Though Ryoan-ji’s garden is one of the most impressive sites in Kyoto on its own, there is far more to see at this temple. Plan to spend at least an hour visiting its sprawling gardens, temple buildings, and homes that date back to the late 8th century. The entire complex was originally a home for an important area ruler and was converted into a temple in the 1100s.

Daishō-in, Hiroshima

Stone Buddha statues in Daishō-in

Daishō-in, Hiroshima

If you’re fortunate enough to have free time near Hiroshima, make the hour-long trip to Miyajima Island. It’s there you’ll find the Daisho-in, a forested temple hard to see from afar as it effortlessly blends into the landscape.

The temple was built at the end of the first century and has a beautiful approach with stone stairs flagged by colorful banners that reach the main temple area. As you climb the stairs, look carefully for stone buddha statues tucked under the trees. There are more than 500 sculptures within the complex.

Beautiful Itsukushima Shrine with bright orange torri

Itsukushima Shrine

Aside from its bounty of statues, another reason the shrine is so popular is because of its proximity to Itsukushima Shrine, famous for its bright orange torri gate that stands partially underwater at high tide. It’s an often-photographed site in Japan.

When visiting Daisho-in, consider leaving some extra time to ascend Mount Misen; the temple that sits on a slope near the bottom. While you can hike to the top, most visitors usually opt to take the Misen Tramway, which whisks you to the top of the mountain in about 15 minutes. From there, you’ll have a fantastic view of the entire island, as well as landscapes that stretch back to the mainland.

Kiyomizudera Temple, Kyoto

Kiyomizudera Temple, one of the most famous temples in Japan

Kiyomizudera Temple, Kyoto

This popular temple in Kyoto sits in one of the city’s most favorable locations: perched near an easy access point to the Otowa Waterfall, which is said to have healing powers. Here, visitors can use wooden cups to drink from the flowing water, which supposedly grants various benefits like good health or wealth. Since the temple is built on a slope, its massive wooden deck looks down on red and pink cherry and maple trees.

Today, the temple is a UNESCO World Heritage Site and has several buildings beyond the main temple hall. Guests can walk through the leafy gardens, visit the Jishu Shrine, which is said to provide luck in love, or visit the Koyasu Pagoda, where worshippers ask for an easy and painless childbirth.

The route to Kiyomizudera is one of the reasons why it’s one of the most famous temples in Japan. While you can certainly take a taxi to the main gate, it takes about a 20-minute walk from the closest subway stop to reach the temple.

Consider walking through the Higashiyama District, strolling down the famous Ninenzaka steps on the way. The district is arguably Kyoto’s most beautiful, with old-fashioned facades, confectionary and craft shops, and cobblestone streets dotted with bonsai and oak trees. It’s a popular spot for photoshoots and coming-of-age geisha ceremonies.

Todai-ji Temple, Nara

Majestic Todaiji Temple in Nara

Todai-ji Temple, Nara

No visit to Kyoto is complete without a quick side trip to Nara, the first permanent capital of Japan. This beautiful city is famous for its sacred deer that wander around and with plenty of museums, gardens, restaurants, shops, shrines, and pagodas, there’s plenty to fill your time. However, you’ll want to be sure not to miss one site in particular: Todai-ji Temple.

This temple is one of the largest in Japan and certainly the most famous in Nara. It was the most important Buddhist temple in the country during Nara’s reign as the capital, from around 750 to 785 C.E.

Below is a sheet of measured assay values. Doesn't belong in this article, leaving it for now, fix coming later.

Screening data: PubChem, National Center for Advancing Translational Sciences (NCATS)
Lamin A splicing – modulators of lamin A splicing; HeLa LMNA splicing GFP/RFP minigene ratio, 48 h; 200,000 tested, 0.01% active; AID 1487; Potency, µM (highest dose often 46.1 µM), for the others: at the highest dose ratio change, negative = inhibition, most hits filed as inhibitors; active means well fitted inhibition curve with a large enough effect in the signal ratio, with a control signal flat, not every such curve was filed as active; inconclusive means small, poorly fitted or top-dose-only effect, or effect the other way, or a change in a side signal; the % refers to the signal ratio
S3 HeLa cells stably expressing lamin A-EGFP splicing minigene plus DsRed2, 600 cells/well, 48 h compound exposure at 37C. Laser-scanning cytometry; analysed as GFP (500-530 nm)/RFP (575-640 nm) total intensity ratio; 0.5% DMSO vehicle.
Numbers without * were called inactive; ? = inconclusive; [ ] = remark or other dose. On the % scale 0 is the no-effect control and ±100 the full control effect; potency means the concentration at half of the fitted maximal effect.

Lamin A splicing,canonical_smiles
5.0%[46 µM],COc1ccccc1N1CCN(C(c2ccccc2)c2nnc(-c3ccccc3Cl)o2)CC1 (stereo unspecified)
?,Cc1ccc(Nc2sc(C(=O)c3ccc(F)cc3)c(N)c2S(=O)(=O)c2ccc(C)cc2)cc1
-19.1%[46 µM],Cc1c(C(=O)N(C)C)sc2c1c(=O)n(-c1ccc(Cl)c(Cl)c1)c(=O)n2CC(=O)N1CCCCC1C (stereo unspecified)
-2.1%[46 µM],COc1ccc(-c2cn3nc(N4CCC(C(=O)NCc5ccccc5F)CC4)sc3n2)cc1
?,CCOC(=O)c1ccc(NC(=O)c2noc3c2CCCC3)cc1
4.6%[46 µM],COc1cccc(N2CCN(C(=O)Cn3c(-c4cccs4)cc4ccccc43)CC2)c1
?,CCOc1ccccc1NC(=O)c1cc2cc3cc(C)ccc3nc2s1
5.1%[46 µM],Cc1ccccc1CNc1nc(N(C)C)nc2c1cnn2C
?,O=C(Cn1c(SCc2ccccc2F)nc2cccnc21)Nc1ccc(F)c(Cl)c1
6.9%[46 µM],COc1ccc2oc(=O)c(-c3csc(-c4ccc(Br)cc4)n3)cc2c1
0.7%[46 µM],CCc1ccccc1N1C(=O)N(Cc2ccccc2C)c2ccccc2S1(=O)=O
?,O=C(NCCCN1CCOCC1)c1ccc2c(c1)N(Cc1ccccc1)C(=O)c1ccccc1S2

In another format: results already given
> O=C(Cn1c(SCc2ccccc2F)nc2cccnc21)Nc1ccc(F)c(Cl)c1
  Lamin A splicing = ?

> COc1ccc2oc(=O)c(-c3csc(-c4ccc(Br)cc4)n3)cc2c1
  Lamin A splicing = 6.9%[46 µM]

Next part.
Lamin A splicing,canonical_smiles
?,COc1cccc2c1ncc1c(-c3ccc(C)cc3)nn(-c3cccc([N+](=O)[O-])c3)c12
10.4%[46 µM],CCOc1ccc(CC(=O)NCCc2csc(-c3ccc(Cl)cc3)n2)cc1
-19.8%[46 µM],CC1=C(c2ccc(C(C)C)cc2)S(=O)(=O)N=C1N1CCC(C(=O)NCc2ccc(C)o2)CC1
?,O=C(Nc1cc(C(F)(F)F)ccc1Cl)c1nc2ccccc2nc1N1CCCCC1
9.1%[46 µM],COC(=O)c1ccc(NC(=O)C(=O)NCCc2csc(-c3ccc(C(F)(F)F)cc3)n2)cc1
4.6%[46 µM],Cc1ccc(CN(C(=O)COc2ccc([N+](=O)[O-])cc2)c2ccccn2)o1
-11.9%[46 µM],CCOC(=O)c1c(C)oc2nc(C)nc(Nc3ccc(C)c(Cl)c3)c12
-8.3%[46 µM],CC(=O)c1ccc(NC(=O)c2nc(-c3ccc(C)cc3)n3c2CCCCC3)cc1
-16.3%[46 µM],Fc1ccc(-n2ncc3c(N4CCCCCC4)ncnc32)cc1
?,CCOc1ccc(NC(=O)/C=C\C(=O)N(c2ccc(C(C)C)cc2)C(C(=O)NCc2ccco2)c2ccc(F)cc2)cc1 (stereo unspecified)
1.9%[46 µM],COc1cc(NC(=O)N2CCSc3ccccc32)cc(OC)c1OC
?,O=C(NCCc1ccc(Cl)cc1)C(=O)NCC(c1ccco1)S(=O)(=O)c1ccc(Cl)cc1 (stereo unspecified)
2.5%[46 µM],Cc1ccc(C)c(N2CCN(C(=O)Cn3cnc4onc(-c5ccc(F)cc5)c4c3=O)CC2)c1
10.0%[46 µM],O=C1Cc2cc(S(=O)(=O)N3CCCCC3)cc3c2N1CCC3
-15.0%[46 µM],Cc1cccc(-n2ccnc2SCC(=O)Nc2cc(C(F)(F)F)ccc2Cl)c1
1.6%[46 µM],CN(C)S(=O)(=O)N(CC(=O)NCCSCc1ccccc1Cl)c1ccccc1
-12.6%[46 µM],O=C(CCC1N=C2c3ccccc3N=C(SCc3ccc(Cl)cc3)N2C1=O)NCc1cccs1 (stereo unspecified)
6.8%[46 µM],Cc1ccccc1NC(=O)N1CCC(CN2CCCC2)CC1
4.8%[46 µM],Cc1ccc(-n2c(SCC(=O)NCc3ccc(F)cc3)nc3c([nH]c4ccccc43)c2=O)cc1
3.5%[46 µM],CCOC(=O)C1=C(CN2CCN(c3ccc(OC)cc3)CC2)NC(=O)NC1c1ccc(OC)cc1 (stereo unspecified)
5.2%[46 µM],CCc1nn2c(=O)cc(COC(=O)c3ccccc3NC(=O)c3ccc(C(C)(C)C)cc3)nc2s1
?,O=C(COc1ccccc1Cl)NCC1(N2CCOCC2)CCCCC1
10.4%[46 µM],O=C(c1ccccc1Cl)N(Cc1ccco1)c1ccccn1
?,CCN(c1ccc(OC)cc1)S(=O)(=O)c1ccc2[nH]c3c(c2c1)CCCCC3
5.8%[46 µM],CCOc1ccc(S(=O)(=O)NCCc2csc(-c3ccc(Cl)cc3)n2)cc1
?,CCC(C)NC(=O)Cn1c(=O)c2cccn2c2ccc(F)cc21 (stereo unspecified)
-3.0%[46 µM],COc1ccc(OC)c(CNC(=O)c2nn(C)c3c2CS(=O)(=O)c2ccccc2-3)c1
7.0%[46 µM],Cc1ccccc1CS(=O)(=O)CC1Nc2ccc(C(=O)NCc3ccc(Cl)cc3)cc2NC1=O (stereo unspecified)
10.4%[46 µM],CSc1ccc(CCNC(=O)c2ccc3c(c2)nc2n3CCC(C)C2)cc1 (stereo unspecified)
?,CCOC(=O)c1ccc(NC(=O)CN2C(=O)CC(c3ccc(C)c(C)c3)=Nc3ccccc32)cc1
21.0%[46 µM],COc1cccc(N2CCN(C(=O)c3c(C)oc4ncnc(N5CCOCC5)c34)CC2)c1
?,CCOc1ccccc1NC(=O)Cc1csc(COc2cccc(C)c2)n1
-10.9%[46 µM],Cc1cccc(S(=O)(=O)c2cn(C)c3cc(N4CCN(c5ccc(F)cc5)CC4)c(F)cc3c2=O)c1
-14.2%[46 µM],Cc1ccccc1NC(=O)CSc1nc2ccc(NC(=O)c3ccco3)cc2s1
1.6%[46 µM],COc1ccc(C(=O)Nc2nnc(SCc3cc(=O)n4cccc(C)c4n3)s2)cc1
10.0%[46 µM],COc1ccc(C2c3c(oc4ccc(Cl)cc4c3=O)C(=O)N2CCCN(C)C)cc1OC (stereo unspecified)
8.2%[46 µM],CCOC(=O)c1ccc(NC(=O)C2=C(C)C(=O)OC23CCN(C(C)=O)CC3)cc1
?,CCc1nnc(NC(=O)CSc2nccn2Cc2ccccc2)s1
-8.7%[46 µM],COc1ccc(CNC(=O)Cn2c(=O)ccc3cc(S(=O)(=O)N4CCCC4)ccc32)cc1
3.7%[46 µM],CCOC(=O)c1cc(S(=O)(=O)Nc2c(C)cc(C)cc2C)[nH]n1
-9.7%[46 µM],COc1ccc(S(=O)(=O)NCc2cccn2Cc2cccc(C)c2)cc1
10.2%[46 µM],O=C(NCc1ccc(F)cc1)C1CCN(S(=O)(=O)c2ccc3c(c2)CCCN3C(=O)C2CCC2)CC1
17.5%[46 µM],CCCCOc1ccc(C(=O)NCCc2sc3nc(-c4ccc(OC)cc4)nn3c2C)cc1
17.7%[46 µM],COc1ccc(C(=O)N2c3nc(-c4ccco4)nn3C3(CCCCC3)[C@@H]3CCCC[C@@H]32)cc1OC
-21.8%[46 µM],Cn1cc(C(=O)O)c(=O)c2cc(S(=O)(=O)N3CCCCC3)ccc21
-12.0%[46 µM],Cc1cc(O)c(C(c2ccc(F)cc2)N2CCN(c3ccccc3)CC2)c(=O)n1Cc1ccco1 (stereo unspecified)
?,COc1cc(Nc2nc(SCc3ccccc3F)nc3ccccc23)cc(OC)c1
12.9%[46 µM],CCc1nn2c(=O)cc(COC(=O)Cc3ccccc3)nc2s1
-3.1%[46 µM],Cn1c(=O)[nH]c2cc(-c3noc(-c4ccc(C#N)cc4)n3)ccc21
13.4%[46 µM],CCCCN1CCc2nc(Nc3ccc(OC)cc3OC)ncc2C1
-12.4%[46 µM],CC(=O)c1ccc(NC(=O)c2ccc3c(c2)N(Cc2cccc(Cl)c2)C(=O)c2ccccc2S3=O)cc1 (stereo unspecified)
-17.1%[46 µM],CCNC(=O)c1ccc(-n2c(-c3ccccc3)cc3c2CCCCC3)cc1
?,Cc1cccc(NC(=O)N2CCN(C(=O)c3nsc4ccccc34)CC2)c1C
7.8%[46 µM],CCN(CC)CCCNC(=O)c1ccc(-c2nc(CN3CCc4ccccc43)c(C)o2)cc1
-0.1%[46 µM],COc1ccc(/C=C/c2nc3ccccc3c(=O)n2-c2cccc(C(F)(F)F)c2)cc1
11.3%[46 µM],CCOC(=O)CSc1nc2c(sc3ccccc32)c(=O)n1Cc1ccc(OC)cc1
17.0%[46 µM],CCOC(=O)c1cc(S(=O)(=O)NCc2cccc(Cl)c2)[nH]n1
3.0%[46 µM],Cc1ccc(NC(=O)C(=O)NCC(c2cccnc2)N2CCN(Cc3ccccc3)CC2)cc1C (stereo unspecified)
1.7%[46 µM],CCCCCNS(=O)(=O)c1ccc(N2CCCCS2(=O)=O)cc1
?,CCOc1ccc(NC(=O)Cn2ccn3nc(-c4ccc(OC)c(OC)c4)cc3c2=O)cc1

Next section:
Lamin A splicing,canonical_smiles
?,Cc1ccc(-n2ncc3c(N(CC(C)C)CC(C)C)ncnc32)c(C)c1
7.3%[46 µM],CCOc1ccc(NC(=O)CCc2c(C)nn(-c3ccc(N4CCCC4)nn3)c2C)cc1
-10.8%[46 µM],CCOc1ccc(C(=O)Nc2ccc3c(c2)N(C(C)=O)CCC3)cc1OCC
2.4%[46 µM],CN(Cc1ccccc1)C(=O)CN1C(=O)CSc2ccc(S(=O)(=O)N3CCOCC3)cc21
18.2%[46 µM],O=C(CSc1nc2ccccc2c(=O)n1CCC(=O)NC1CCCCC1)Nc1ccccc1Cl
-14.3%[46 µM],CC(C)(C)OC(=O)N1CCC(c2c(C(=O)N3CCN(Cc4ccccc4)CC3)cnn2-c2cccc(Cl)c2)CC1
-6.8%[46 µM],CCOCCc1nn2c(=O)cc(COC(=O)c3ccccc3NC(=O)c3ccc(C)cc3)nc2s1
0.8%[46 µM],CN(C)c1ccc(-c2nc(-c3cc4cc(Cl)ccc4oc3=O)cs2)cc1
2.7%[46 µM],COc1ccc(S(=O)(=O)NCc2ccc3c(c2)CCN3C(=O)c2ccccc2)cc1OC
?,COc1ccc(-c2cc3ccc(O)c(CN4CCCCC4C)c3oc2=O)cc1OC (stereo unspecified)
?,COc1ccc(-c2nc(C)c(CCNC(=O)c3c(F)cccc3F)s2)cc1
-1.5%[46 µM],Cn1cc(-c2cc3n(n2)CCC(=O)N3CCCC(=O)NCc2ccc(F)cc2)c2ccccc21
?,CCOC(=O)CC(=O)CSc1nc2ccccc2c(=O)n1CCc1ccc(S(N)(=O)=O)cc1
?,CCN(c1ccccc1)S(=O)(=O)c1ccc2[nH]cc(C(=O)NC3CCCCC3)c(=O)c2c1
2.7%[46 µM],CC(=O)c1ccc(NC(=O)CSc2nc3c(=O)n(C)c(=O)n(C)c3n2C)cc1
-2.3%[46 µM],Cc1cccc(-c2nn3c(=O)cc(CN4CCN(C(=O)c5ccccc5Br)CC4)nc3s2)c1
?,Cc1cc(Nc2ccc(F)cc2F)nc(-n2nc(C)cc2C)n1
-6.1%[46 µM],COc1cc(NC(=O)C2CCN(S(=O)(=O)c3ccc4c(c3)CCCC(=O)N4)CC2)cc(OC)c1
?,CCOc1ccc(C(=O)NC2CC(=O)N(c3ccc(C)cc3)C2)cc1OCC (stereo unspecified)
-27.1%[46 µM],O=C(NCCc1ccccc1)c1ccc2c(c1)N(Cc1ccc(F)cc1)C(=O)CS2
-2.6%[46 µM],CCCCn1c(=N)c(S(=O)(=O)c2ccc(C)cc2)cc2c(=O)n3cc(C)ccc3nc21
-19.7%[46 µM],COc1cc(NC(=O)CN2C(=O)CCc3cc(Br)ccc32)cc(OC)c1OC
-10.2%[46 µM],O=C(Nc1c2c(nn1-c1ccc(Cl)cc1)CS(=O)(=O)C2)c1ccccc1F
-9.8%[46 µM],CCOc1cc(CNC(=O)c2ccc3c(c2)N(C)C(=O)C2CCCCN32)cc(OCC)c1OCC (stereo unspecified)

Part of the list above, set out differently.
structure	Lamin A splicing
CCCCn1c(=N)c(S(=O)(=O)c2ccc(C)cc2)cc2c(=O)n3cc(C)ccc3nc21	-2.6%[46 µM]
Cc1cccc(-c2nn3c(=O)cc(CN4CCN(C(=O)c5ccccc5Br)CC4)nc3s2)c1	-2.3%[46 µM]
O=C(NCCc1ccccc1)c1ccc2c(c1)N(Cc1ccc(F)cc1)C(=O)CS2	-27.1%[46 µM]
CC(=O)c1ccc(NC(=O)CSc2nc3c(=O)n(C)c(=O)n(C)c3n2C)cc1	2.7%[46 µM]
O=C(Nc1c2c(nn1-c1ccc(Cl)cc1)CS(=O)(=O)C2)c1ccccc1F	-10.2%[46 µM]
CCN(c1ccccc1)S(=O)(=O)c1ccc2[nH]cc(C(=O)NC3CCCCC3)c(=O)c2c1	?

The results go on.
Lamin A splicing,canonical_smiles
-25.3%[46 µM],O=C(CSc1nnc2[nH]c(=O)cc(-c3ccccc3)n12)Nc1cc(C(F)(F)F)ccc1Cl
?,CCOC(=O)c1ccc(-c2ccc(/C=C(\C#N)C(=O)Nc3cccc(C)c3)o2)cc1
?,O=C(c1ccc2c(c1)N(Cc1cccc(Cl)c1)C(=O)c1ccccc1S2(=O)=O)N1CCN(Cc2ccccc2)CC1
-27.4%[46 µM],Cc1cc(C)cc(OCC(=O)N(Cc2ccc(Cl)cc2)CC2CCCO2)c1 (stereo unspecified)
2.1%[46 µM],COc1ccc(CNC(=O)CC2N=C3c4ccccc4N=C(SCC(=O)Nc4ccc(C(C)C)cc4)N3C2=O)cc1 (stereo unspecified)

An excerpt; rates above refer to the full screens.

Inside, you’ll find one of the world’s oldest wooden buildings, as well as a 45-foot-tall Buddha statue and, oddly, a recreation of the Buddha’s nose. It’s a tradition for visitors to attempt to crawl through the nostril for good luck, although most don’t make it through.

Outside of the temple, you can stroll through the large gates that are guarded by wooden deities, walk through the gardens, visit the Todai-ji Museum, and even feed the friendly deer that roam the temple grounds with deer-safe crackers that are available to buy from small vending machines around the property.

Read: Why Visit Japan in the Fall

Seiryu-ji Temple, Aomori

Massive Buddha statue in Seiryu-ji Temple

Seiryu-ji Temple, Aomori

Seiryu-ji Temple in Aomori doesn’t get nearly as crowded as the others on this list, which is surprising as it’s undoubtedly one of the best temples in Japan. Seiryu-ji Temple is where you’ll find the largest seated bronze Buddha sculpture in Japan.

Known as Showa Daibutsu, it’s 70 feet tall and far larger than sculptures you’ll find in more popular cities. The Buddha is located outdoors, which allows guests to visit year-round, and sits next to other sites worth seeing, including one of Japan’s tallest pavilions and a Buddha museum.

As far as temples go, Seiyu-Ji is very welcoming. Visitors can wander the property at their leisure, stop in at the simple tea house for a small snack, or even sit outside the Buddha and meditate in the shade. It’s a lovely ride out to the temple and is well worth the short drive.

Chikurin-Ji Temple, Kochi

Chikurin-Ji Temple, one of the most famous temples in Japan

Chikurin-Ji Temple, Kochi

Chikurin-Ji Temple in Kochi is one of the most famous temples in Japan for devotees and travelers that value historical and religious art and artifacts. It’s well-known for housing dozens of statues and items from when Japan’s capital was Edo, which is now called Tokyo.

It’s one of the 88 temples Buddhist monks must visit throughout the country when making the Shikoku Pilgrimage. As one of the largest and most beautiful temples on the route, Chikurin-Ji Temple held special importance to monks who would traditionally visit all 88 temples on foot to prove their devotion.

While the entire complex is beautiful, it’s probably most well-recognized for its five-story red pagoda, which sits above the treeline and is the perfect spot for beautiful photos, especially around dusk.

People strolling around Senso-ji Temple

Senso-ji Temple, Tokyo